Rendon Retrato: Father David Garcia

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Fr. David is Director of the Old Spanish Missions for the Archdiocese of San Antonio and Administrator of Mission Concepción Parish. Photo by Al Rendon.

Fr. David is Director of the Old Spanish Missions for the Archdiocese of San Antonio and Administrator of Mission Concepción Parish. Photo by Al Rendon.

Fr. David is director of the Old Spanish Missions for the Archdiocese of San Antonio and administrator of Mission Concepción Parish. Photo by Al Rendon.

Words by Fr. David Garcia:

Our missions remind us of our fabulous heritage; they remind us of a tremendous can-do spirit in the founders of San Antonio: the Spanish, the Franciscans, and the indigenous people worked together to create these fabulous treasures that we have today, that we hope will be designated as World Heritage sites. The founders came to this area at a time when there was very little here, when San Antonio was considered the “boondocks” of New Spain because there was nothing here. From almost bare earth, they created what now, almost 300 years later, are these structures that people come the world over to see, and that the community sees.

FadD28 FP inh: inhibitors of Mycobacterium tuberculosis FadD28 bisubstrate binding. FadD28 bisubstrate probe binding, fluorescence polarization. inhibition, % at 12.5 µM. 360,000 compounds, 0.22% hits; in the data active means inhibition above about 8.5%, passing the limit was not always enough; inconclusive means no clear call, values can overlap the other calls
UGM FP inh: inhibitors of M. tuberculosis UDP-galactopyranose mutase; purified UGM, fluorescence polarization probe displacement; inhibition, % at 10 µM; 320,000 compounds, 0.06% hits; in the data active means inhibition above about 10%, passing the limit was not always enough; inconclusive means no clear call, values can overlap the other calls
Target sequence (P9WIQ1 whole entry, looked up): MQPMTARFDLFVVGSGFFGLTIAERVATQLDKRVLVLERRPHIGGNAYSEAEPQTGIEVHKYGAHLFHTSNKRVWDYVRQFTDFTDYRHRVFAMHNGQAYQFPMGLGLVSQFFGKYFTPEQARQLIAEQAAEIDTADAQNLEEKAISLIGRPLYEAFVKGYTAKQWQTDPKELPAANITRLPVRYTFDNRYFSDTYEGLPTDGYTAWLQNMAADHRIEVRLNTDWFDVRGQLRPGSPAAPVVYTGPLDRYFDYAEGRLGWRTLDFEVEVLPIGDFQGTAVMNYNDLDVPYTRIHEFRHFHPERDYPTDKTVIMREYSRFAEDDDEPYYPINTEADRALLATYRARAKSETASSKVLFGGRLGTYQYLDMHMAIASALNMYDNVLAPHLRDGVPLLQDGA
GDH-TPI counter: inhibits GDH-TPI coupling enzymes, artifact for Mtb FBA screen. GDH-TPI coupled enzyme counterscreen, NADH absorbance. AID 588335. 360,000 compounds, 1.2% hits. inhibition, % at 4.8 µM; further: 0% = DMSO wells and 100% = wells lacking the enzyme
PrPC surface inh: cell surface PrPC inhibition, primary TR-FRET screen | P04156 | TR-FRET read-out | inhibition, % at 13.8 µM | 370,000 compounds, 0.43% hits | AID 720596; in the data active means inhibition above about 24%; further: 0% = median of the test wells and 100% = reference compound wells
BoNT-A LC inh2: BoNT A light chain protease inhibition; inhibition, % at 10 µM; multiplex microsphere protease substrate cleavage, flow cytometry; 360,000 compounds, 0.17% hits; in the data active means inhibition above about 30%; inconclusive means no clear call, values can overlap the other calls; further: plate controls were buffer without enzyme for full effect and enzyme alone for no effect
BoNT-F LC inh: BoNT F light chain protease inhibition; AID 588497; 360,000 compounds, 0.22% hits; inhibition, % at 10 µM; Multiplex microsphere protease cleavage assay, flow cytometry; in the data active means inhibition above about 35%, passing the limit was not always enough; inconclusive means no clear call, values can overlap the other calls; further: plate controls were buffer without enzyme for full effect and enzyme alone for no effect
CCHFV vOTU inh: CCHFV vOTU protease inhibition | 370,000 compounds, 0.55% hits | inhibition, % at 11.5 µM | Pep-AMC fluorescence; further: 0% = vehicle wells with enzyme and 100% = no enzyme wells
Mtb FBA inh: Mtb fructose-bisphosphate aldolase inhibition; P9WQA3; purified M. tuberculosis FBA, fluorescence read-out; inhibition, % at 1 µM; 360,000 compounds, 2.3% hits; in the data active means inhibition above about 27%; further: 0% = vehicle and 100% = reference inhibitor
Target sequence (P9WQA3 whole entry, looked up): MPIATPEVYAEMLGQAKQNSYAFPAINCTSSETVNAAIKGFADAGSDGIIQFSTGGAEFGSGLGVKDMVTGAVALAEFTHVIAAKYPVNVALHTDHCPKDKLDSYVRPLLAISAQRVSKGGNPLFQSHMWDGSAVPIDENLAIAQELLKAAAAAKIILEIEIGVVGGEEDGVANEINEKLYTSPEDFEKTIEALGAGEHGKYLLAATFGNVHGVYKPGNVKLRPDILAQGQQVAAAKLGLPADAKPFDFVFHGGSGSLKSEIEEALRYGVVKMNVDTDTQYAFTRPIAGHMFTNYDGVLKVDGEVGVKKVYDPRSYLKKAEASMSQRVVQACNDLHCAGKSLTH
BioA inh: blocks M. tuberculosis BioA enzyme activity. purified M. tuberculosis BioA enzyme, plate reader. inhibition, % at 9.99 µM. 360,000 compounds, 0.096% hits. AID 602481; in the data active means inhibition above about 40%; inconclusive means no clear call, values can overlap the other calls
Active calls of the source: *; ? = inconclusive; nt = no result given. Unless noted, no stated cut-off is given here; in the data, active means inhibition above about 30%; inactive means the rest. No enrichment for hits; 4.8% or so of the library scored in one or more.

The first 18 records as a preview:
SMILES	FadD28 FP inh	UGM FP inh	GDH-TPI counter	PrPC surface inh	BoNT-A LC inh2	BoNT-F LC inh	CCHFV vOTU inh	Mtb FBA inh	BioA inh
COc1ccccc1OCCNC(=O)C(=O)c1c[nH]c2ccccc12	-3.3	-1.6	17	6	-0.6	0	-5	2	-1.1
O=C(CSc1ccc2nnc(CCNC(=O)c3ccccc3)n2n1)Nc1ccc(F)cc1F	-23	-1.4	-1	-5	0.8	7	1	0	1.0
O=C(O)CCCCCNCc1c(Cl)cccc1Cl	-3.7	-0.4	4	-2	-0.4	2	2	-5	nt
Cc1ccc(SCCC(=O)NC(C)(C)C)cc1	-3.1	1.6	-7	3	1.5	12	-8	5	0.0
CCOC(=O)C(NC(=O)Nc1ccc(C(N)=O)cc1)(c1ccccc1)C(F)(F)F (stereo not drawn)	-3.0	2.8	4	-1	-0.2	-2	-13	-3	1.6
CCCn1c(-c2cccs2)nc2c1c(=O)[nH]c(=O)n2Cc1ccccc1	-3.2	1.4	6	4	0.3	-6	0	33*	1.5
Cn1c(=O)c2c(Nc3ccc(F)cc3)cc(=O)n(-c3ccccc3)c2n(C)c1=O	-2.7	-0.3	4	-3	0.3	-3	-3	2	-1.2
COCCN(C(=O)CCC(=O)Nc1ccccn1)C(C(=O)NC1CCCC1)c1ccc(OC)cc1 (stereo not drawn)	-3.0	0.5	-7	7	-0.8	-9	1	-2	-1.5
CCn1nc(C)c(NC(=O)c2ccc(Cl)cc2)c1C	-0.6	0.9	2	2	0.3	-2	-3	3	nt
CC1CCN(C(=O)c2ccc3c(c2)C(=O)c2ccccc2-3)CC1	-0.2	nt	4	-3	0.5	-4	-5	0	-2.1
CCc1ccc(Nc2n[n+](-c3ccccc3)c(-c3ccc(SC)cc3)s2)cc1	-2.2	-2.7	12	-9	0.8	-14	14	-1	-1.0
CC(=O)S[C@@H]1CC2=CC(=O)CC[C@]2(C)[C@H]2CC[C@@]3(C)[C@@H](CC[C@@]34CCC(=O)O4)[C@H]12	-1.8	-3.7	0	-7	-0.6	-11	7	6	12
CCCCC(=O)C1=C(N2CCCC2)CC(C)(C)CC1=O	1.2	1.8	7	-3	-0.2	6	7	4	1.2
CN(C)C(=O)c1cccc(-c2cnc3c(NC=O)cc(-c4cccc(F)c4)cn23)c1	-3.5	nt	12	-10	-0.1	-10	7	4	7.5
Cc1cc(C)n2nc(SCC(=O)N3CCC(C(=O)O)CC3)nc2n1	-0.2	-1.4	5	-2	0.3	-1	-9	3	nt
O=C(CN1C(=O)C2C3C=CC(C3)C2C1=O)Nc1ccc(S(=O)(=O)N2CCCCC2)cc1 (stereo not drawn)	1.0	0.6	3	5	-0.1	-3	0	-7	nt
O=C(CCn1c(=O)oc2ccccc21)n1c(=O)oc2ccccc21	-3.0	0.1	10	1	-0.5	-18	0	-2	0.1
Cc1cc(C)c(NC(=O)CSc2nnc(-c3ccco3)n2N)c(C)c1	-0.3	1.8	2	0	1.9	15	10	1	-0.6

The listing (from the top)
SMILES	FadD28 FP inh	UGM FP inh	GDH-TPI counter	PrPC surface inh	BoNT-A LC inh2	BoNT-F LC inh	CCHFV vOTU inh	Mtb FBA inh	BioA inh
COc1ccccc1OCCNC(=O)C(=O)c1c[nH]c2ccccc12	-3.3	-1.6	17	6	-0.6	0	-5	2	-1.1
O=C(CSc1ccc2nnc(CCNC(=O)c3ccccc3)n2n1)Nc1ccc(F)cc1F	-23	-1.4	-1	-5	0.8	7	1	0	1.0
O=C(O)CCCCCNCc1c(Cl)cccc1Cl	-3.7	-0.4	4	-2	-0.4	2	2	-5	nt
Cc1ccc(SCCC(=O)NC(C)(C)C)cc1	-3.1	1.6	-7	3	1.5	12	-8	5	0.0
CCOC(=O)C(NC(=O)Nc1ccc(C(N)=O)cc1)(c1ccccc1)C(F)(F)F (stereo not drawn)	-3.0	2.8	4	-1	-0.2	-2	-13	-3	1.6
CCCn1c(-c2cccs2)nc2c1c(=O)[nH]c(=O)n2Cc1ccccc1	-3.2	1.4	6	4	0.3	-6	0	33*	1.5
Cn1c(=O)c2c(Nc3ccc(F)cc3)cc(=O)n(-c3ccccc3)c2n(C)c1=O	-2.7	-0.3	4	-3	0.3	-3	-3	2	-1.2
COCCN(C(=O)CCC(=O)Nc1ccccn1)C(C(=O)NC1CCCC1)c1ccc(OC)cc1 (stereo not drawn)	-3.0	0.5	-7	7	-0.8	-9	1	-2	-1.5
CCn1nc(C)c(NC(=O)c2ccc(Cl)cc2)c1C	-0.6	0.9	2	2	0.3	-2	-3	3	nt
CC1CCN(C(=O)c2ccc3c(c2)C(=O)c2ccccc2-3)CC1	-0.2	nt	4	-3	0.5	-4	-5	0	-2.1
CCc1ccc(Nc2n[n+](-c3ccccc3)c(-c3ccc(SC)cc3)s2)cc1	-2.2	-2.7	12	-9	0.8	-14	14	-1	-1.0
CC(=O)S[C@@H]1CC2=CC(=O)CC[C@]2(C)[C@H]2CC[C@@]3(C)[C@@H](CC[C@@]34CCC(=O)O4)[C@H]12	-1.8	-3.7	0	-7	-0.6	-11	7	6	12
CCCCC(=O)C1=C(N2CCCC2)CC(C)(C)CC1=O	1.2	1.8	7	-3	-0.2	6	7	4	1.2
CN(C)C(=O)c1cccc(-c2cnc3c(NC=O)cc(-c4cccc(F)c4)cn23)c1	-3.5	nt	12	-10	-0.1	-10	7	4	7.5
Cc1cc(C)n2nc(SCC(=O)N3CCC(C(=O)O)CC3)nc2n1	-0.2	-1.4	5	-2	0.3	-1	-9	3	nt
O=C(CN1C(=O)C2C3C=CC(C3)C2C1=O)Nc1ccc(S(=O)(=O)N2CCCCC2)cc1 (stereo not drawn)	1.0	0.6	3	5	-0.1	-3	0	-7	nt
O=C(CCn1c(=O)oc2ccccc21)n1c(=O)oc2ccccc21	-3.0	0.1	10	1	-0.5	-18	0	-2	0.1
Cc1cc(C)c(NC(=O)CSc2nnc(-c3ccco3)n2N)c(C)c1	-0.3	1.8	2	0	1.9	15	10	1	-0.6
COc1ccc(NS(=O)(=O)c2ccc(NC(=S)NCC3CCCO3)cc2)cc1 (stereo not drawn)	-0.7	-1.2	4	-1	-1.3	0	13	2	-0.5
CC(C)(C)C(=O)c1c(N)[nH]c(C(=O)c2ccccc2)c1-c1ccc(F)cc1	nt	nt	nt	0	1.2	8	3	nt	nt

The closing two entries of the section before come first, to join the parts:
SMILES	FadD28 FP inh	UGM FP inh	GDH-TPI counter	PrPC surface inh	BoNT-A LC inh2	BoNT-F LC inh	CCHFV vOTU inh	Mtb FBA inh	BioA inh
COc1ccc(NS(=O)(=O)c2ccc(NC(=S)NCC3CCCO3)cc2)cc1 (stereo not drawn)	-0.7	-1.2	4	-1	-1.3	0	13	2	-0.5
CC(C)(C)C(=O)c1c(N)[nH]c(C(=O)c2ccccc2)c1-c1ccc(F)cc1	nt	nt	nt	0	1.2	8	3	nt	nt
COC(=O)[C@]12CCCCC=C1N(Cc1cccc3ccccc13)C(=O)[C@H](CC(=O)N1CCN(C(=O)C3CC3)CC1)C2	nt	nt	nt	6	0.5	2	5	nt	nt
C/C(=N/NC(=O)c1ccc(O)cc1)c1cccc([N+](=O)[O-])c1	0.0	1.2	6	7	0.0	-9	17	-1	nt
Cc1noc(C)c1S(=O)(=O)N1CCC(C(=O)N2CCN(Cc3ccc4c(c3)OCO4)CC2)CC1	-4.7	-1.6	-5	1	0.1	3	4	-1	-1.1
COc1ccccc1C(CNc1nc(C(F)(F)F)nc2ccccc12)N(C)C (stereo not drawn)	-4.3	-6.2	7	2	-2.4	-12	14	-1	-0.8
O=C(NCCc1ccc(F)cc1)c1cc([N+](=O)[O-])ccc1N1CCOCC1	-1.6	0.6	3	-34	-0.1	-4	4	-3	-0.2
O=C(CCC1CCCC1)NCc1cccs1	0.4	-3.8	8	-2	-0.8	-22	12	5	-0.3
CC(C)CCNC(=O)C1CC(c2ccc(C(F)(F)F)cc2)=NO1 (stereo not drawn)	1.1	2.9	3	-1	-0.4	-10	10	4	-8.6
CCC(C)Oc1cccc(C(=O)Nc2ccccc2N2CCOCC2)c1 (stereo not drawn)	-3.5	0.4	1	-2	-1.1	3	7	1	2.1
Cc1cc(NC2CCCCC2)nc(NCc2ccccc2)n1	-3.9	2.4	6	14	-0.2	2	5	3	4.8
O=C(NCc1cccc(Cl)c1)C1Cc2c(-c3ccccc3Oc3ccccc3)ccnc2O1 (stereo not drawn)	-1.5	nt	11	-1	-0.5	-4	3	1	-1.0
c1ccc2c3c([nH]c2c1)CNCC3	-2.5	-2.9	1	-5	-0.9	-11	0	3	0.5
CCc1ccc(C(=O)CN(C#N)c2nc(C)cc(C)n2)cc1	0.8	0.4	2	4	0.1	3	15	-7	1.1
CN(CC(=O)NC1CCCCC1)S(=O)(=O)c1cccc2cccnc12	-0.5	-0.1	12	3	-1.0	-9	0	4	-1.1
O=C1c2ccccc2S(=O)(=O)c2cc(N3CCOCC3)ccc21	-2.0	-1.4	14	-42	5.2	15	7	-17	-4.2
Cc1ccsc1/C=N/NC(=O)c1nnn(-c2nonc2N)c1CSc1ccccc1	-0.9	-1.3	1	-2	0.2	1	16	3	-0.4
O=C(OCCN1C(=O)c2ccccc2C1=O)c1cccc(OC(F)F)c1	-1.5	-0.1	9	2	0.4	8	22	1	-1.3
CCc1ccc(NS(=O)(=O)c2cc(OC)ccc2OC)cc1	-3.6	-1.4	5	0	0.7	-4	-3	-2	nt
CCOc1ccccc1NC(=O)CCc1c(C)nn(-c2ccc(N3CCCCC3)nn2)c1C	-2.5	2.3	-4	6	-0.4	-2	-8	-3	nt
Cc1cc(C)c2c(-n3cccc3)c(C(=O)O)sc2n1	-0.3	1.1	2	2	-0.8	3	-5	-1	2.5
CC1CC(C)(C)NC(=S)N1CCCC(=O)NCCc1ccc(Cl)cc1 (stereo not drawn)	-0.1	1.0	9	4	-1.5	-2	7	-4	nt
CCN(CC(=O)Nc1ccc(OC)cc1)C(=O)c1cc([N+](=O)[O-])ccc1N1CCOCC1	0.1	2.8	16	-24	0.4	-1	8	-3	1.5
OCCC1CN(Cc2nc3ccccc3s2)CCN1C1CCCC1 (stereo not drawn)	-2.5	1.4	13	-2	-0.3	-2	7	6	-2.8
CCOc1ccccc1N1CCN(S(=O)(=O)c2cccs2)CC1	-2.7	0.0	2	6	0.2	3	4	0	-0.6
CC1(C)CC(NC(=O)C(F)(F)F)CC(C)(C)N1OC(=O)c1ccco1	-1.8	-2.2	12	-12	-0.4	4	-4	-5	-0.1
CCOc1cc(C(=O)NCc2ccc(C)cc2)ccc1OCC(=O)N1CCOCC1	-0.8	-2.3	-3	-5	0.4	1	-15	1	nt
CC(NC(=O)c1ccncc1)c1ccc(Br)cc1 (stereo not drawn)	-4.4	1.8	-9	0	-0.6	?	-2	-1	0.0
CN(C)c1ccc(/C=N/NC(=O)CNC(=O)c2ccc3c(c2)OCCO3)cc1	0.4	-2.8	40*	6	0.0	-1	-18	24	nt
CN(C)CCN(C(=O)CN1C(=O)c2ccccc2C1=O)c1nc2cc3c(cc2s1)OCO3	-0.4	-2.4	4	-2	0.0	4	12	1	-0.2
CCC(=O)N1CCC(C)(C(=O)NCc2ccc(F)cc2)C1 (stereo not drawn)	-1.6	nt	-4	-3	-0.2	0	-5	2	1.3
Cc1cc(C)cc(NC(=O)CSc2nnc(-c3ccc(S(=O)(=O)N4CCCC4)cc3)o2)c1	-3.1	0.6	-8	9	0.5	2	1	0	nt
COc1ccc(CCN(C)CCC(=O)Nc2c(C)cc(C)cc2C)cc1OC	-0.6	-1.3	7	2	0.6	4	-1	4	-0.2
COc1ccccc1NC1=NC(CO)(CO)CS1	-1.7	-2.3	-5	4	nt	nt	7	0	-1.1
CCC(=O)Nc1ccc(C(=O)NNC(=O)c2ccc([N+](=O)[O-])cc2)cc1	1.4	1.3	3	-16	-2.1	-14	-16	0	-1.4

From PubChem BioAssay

I think the community sees in these structures not only the spirit of San Antonio, but the spirit of the deep faith that brought the founders to build these monuments of faith, and the ongoing faith of the people who have used the churches for all these centuries, the people who have come to the churches every week and participate in the life of active parishes.

So the missions represent history, they represent tradition, they represent culture, they represent faith, and they represent spirituality. They are all of those things. And for the people who come to the missions, I think they represent something personal, something unique to every individual. As they come in, they are inspired; they may feel a sense of reverence, a sense of awe. Maybe they look at the artistic quality and they admire that and appreciate that. The missions tell each person that visits a different story. That’s why I think they are so wonderful, and such a treasure for our contemporary community.

Mission Concepción is the only one that is completely unrestored in terms of the structure. These are the original walls, the original ceilings, the original towers. Concepcion was built on a site that is very rocky and firm, so it hasn’t moved. The other missions were built on soil that moved to some degree, San Juan being the one that moved the most. So, over the centuries, those missions lost their roofs. The roofs caved in and some of the walls fell down, so those missions were restored. We carefully researched and followed the original plan and how they were decorated, and tried to follow that. Some of the other three are original and some is not. But I think the fact that they are active parishes today and have been active parishes over the course of 300 years, off and on, has added a lot to the fact that people wanted the missions enough to maintain their integrity to continue to be for new generations what they were for the previous generations.